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Python Stock Market 
Today we are hosting yet another "meetup." Designed for those who have been taking our Python 1000, 2000, and 3000 training, our goal is to build-up the resumes of our students.

Targeting a REAL WORLD game-play scenario that would impress would-be employers, we have set our sights upon a simple strategy.... Whoever can make the most "money" in the stock market, wins?

Anticipating the need, we decided to demonstrate how to get closing quotes from a particularly favorite quotation service:

# pip install urllib, first!
import urllib.request

class Stocks01:

def __init__(self, endpoint="", key="demo"):
self.end = endpoint.strip()
self.key = key.strip()

def get_history(self, token):
url = self.end + '&symbol=' + token.strip().upper() + "&apikey=" + self.key

response = urllib.request.urlopen(url)
except Exception as ex:
return None

stocks = Stocks01()
data = stocks.get_history("msft")

if data is not None:
import json
info = json.loads(str(data, "utf8"))
for row in info:
print("*" * 10, "KEY:", row)
if row != "Time Series (Daily)":
for ss, val in enumerate(sorted(info[row])):
print(ss, val)
for rec in sorted(info[row][val]):
print("\t\t", rec, info[row][val][rec])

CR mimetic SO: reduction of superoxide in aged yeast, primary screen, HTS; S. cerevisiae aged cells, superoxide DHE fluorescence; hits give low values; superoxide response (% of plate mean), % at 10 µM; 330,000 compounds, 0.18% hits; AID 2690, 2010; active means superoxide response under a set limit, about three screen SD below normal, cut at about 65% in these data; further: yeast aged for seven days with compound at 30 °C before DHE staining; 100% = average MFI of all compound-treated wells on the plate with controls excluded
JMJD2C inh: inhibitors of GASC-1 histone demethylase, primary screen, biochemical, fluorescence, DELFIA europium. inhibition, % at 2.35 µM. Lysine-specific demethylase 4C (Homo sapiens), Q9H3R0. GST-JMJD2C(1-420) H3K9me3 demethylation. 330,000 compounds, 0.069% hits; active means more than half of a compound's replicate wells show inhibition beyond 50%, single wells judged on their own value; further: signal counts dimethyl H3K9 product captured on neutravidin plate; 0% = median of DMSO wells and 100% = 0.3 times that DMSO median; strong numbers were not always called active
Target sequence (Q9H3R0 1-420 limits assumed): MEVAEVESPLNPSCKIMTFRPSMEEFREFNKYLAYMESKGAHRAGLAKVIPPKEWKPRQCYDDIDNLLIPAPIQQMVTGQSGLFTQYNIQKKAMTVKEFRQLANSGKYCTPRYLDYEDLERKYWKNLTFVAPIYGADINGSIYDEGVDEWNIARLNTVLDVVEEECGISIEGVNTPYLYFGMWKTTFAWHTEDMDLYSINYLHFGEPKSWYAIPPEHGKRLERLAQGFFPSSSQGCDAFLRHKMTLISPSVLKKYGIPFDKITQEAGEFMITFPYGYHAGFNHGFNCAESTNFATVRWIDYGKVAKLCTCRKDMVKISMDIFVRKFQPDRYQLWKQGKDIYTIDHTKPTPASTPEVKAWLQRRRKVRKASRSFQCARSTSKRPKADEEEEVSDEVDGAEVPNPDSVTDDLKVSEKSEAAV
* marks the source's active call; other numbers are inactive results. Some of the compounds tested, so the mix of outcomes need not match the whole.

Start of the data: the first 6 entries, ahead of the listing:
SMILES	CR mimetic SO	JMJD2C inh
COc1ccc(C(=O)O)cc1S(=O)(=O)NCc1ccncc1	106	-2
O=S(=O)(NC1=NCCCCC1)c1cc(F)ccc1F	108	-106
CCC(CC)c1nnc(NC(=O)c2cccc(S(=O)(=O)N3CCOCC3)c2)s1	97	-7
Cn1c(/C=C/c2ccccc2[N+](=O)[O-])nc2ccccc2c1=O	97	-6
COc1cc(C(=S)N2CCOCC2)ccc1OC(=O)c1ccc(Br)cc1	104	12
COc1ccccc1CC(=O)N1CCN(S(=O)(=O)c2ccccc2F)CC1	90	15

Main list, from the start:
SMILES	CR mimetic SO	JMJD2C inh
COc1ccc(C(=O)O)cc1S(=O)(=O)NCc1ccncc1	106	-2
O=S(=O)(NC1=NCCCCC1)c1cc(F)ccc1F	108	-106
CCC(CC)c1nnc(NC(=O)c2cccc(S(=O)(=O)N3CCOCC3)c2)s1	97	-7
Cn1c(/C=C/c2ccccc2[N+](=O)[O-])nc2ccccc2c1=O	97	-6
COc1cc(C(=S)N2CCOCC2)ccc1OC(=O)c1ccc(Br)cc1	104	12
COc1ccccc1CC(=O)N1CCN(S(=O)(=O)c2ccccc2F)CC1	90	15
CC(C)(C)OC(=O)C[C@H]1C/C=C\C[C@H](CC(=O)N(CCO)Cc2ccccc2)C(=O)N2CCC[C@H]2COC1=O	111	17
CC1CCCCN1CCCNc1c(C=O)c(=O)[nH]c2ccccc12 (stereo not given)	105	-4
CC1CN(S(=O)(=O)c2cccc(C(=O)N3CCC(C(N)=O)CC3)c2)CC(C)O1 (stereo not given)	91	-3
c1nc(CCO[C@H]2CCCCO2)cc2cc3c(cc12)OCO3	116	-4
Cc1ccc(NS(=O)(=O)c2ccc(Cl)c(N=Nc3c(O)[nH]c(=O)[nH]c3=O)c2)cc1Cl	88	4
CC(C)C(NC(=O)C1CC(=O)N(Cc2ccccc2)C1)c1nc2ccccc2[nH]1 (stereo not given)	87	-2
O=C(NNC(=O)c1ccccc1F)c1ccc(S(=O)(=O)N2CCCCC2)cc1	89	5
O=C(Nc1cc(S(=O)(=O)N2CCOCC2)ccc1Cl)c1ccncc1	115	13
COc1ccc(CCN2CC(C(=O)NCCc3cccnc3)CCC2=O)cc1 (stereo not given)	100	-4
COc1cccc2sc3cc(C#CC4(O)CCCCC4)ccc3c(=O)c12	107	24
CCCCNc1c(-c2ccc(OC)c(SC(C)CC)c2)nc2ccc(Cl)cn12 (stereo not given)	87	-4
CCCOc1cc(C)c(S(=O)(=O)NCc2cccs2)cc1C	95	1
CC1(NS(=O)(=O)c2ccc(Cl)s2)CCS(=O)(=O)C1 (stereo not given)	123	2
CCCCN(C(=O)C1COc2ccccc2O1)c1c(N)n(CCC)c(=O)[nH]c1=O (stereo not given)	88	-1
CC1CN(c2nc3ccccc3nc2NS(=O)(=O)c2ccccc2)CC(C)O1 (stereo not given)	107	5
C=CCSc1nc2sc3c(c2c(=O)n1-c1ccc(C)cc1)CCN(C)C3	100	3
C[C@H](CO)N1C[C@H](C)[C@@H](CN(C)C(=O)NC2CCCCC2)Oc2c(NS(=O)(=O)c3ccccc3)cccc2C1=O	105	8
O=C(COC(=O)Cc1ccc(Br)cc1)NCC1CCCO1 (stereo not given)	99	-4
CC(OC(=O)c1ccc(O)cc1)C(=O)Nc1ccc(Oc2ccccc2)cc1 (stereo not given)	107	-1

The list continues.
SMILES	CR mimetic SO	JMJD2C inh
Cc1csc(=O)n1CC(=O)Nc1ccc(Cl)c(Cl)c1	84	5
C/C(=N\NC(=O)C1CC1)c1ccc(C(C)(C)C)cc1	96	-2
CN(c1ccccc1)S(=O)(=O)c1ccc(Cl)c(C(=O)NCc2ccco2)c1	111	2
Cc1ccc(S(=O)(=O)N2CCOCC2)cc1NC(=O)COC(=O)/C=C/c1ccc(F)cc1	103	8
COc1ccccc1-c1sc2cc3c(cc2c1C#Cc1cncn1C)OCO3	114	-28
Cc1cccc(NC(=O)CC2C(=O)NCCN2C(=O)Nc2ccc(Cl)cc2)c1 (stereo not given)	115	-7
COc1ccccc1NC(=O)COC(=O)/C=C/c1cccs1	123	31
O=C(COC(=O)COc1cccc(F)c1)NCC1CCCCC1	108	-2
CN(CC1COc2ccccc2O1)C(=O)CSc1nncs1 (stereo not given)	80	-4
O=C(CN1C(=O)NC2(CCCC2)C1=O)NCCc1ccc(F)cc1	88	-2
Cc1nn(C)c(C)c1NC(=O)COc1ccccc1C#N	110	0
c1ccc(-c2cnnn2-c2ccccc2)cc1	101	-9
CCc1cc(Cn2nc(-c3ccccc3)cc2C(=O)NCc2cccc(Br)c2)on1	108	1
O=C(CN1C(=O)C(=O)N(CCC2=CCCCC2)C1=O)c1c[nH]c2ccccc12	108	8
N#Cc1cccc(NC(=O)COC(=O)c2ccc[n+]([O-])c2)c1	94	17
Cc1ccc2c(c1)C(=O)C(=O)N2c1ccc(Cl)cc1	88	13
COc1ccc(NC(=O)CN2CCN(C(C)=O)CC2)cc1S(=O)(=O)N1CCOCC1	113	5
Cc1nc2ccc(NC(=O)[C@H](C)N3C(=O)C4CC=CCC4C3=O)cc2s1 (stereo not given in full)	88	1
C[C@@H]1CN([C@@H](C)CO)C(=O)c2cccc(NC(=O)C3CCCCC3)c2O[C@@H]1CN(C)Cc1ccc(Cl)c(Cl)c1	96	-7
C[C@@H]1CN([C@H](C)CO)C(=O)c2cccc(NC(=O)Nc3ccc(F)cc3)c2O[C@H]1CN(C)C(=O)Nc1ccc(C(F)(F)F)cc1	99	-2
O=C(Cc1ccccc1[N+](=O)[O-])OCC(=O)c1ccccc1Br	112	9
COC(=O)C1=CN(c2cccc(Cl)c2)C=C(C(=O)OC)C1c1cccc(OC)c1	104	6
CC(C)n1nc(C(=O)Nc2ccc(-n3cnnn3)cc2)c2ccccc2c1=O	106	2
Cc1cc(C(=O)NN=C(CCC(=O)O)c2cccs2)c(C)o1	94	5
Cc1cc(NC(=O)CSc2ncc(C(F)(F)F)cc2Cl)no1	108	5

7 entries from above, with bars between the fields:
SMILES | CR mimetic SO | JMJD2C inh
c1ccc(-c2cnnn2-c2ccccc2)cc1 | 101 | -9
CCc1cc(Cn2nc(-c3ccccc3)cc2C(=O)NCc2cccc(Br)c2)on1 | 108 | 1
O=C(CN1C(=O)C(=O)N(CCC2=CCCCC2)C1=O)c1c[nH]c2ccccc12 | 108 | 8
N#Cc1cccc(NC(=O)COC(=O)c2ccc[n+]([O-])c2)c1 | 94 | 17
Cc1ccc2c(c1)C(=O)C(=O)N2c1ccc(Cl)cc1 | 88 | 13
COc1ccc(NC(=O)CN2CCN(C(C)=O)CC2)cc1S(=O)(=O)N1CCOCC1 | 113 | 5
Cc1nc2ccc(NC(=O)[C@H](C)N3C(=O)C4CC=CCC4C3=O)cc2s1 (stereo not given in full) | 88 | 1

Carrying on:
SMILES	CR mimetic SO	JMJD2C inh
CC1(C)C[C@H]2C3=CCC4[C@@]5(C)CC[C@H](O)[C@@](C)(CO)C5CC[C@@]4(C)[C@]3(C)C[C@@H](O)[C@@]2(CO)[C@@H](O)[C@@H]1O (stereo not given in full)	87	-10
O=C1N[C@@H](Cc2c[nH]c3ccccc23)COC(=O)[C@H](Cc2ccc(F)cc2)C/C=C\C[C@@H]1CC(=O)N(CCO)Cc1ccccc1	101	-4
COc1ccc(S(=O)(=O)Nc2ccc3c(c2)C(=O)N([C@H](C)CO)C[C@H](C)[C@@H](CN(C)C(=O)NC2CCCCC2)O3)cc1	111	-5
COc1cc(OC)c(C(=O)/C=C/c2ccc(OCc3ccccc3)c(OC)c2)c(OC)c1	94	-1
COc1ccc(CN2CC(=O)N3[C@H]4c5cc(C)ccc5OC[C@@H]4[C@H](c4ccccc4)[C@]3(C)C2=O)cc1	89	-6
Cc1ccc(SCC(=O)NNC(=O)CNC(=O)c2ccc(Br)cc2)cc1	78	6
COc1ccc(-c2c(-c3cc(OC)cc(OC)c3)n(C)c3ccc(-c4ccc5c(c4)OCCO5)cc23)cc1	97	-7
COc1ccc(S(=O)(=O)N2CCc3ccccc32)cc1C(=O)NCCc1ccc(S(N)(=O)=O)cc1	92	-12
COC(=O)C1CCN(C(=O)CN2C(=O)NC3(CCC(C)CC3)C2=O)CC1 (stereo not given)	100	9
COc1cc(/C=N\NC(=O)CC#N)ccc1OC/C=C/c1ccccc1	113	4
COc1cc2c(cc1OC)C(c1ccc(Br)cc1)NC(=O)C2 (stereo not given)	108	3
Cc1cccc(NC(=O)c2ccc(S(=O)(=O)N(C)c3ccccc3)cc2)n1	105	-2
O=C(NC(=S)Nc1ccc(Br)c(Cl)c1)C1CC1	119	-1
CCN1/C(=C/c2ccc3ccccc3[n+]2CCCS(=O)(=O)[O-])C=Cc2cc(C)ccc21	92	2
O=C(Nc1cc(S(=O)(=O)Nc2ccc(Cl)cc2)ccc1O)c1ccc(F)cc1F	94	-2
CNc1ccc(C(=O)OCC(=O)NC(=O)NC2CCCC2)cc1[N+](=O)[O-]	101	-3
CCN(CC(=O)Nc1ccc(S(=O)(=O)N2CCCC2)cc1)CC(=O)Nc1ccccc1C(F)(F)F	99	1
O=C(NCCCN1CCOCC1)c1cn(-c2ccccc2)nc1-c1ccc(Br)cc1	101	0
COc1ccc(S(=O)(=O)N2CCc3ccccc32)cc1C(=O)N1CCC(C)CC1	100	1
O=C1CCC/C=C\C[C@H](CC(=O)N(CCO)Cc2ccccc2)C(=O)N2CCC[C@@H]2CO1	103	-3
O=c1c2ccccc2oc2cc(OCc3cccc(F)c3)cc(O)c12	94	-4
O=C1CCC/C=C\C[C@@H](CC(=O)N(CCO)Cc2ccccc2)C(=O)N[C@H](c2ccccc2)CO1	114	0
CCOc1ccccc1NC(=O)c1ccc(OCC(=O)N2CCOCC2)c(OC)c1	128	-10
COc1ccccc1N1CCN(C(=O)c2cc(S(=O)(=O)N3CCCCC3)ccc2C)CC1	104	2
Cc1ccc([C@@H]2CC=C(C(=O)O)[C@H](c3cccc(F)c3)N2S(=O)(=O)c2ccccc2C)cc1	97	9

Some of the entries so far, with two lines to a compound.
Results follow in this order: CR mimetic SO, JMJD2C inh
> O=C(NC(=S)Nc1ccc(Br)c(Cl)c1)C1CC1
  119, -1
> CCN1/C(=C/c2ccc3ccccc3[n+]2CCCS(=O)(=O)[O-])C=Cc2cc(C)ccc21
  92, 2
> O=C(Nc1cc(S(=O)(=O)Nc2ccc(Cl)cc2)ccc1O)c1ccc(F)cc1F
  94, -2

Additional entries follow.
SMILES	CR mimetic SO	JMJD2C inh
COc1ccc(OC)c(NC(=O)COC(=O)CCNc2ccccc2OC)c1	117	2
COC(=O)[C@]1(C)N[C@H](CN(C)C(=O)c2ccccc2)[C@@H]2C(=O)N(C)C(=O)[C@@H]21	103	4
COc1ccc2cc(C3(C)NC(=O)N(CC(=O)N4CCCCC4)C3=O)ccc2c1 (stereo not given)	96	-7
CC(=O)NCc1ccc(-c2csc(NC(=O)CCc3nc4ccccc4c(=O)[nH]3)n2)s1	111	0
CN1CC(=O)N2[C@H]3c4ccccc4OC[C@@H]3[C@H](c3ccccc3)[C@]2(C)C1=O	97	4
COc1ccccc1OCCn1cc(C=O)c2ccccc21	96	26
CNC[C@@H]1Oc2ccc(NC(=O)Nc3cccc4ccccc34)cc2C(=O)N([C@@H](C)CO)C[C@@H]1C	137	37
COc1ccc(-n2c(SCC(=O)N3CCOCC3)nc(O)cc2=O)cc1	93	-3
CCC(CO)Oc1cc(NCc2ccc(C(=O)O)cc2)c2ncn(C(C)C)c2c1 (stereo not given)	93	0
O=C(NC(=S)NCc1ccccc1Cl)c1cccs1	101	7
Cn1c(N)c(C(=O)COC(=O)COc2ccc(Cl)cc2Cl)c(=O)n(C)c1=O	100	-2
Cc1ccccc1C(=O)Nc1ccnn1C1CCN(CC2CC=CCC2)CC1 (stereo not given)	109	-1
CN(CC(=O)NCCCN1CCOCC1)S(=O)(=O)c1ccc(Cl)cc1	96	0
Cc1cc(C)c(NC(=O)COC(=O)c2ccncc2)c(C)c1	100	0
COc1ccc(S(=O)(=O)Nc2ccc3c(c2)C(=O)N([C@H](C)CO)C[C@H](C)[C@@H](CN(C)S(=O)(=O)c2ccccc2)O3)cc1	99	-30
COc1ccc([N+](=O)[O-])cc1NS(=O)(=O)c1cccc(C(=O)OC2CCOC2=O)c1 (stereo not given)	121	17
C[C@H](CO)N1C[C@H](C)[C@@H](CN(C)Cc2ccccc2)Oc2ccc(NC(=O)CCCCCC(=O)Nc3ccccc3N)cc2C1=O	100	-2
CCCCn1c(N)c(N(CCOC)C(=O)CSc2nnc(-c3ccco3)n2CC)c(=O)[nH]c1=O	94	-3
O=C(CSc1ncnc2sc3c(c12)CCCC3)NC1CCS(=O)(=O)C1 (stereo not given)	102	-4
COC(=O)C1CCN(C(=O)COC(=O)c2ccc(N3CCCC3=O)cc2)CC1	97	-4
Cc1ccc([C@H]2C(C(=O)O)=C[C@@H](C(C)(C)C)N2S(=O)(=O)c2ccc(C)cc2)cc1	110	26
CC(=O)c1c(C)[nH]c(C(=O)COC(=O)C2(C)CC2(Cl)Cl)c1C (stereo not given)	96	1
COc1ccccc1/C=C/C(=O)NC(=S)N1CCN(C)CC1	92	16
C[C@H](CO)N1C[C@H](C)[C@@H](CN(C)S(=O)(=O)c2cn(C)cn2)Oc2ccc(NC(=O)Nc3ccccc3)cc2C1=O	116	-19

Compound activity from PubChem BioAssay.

Rather than using "demo," the link below will tell you how to get a free API key.

Hope you find it useful!

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OpenSCAD ... and the True Type Font! 
We went looking to create a few 'logoed projects recently. Since printing text can be a problem in 3D (strange looking 'As, 'Os, 'Qs, etc.), for best results when hollow-rendering one should us a STENCIL font.

Sadly, far from being universally supported, at the moment modern operating systems never provide any type of stencil-family fonts.

Arriving to the rescue however, today we should note that OpenSCAD will allow us to 'import' a font for ourselves.

Here is an example of using a True Type Font (.ttf) with OpenSCAD:
line1="Randall Nagy";

zlength = 10;

zscale = 4;
zscale2 = 7;
zscale3 = 8;

use </d_archive_static/Ttf_2016_002/allerta_stencil.ttf>

difference() {
minkowski() {
cube([max(len(line1), len(line2), len(line3)) * zscale + border, zlength, 0.75], center=true);
if(line2||line3) {